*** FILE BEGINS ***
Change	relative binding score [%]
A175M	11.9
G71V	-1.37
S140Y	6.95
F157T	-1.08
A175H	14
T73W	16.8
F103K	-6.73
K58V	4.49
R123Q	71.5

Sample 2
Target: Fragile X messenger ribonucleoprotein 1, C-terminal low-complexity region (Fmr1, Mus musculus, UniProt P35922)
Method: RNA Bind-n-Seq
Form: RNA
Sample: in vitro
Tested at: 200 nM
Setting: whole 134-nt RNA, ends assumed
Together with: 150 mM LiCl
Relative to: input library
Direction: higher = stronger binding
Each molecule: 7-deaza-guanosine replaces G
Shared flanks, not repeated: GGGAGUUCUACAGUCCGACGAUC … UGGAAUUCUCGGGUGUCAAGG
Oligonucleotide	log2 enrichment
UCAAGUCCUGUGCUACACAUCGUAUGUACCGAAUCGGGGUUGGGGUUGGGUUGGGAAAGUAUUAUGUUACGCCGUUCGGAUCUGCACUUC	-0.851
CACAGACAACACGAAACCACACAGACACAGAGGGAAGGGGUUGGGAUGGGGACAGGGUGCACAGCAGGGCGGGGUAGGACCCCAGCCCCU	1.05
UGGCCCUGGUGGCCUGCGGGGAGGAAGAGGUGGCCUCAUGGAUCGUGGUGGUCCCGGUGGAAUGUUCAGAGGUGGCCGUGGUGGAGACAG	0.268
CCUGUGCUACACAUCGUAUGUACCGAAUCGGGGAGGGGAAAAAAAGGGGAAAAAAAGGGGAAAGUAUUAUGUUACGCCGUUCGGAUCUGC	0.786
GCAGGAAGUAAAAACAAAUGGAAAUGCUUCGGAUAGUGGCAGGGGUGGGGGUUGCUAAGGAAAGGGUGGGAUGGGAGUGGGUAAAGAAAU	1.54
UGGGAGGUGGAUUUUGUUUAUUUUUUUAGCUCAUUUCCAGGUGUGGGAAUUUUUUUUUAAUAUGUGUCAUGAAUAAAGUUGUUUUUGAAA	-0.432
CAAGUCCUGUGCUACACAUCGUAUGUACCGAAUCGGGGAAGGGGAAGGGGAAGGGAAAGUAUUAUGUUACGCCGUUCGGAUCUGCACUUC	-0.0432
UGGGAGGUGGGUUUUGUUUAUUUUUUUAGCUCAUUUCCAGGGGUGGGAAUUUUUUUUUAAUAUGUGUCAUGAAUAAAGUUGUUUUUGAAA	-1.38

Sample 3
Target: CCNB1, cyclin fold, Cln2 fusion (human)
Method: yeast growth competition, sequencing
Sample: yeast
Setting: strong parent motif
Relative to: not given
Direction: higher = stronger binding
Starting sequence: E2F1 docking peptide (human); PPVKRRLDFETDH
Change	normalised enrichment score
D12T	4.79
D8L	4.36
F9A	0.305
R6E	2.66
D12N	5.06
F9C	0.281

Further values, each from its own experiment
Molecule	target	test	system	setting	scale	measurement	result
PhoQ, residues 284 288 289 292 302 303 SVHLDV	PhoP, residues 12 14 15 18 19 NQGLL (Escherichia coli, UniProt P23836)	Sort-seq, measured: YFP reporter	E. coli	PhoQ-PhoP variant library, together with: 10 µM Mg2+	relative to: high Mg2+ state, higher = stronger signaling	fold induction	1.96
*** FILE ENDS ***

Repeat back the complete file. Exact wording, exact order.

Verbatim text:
Change	relative binding score [%]
A175M	11.9
G71V	-1.37
S140Y	6.95
F157T	-1.08
A175H	14
T73W	16.8
F103K	-6.73
K58V	4.49
R123Q	71.5

Sample 2
Target: Fragile X messenger ribonucleoprotein 1, C-terminal low-complexity region (Fmr1, Mus musculus, UniProt P35922)
Method: RNA Bind-n-Seq
Form: RNA
Sample: in vitro
Tested at: 200 nM
Setting: whole 134-nt RNA, ends assumed
Together with: 150 mM LiCl
Relative to: input library
Direction: higher = stronger binding
Each molecule: 7-deaza-guanosine replaces G
Shared flanks, not repeated: GGGAGUUCUACAGUCCGACGAUC … UGGAAUUCUCGGGUGUCAAGG
Oligonucleotide	log2 enrichment
UCAAGUCCUGUGCUACACAUCGUAUGUACCGAAUCGGGGUUGGGGUUGGGUUGGGAAAGUAUUAUGUUACGCCGUUCGGAUCUGCACUUC	-0.851
CACAGACAACACGAAACCACACAGACACAGAGGGAAGGGGUUGGGAUGGGGACAGGGUGCACAGCAGGGCGGGGUAGGACCCCAGCCCCU	1.05
UGGCCCUGGUGGCCUGCGGGGAGGAAGAGGUGGCCUCAUGGAUCGUGGUGGUCCCGGUGGAAUGUUCAGAGGUGGCCGUGGUGGAGACAG	0.268
CCUGUGCUACACAUCGUAUGUACCGAAUCGGGGAGGGGAAAAAAAGGGGAAAAAAAGGGGAAAGUAUUAUGUUACGCCGUUCGGAUCUGC	0.786
GCAGGAAGUAAAAACAAAUGGAAAUGCUUCGGAUAGUGGCAGGGGUGGGGGUUGCUAAGGAAAGGGUGGGAUGGGAGUGGGUAAAGAAAU	1.54
UGGGAGGUGGAUUUUGUUUAUUUUUUUAGCUCAUUUCCAGGUGUGGGAAUUUUUUUUUAAUAUGUGUCAUGAAUAAAGUUGUUUUUGAAA	-0.432
CAAGUCCUGUGCUACACAUCGUAUGUACCGAAUCGGGGAAGGGGAAGGGGAAGGGAAAGUAUUAUGUUACGCCGUUCGGAUCUGCACUUC	-0.0432
UGGGAGGUGGGUUUUGUUUAUUUUUUUAGCUCAUUUCCAGGGGUGGGAAUUUUUUUUUAAUAUGUGUCAUGAAUAAAGUUGUUUUUGAAA	-1.38

Sample 3
Target: CCNB1, cyclin fold, Cln2 fusion (human)
Method: yeast growth competition, sequencing
Sample: yeast
Setting: strong parent motif
Relative to: not given
Direction: higher = stronger binding
Starting sequence: E2F1 docking peptide (human); PPVKRRLDFETDH
Change	normalised enrichment score
D12T	4.79
D8L	4.36
F9A	0.305
R6E	2.66
D12N	5.06
F9C	0.281

Further values, each from its own experiment
Molecule	target	test	system	setting	scale	measurement	result
PhoQ, residues 284 288 289 292 302 303 SVHLDV	PhoP, residues 12 14 15 18 19 NQGLL (Escherichia coli, UniProt P23836)	Sort-seq, measured: YFP reporter	E. coli	PhoQ-PhoP variant library, together with: 10 µM Mg2+	relative to: high Mg2+ state, higher = stronger signaling	fold induction	1.96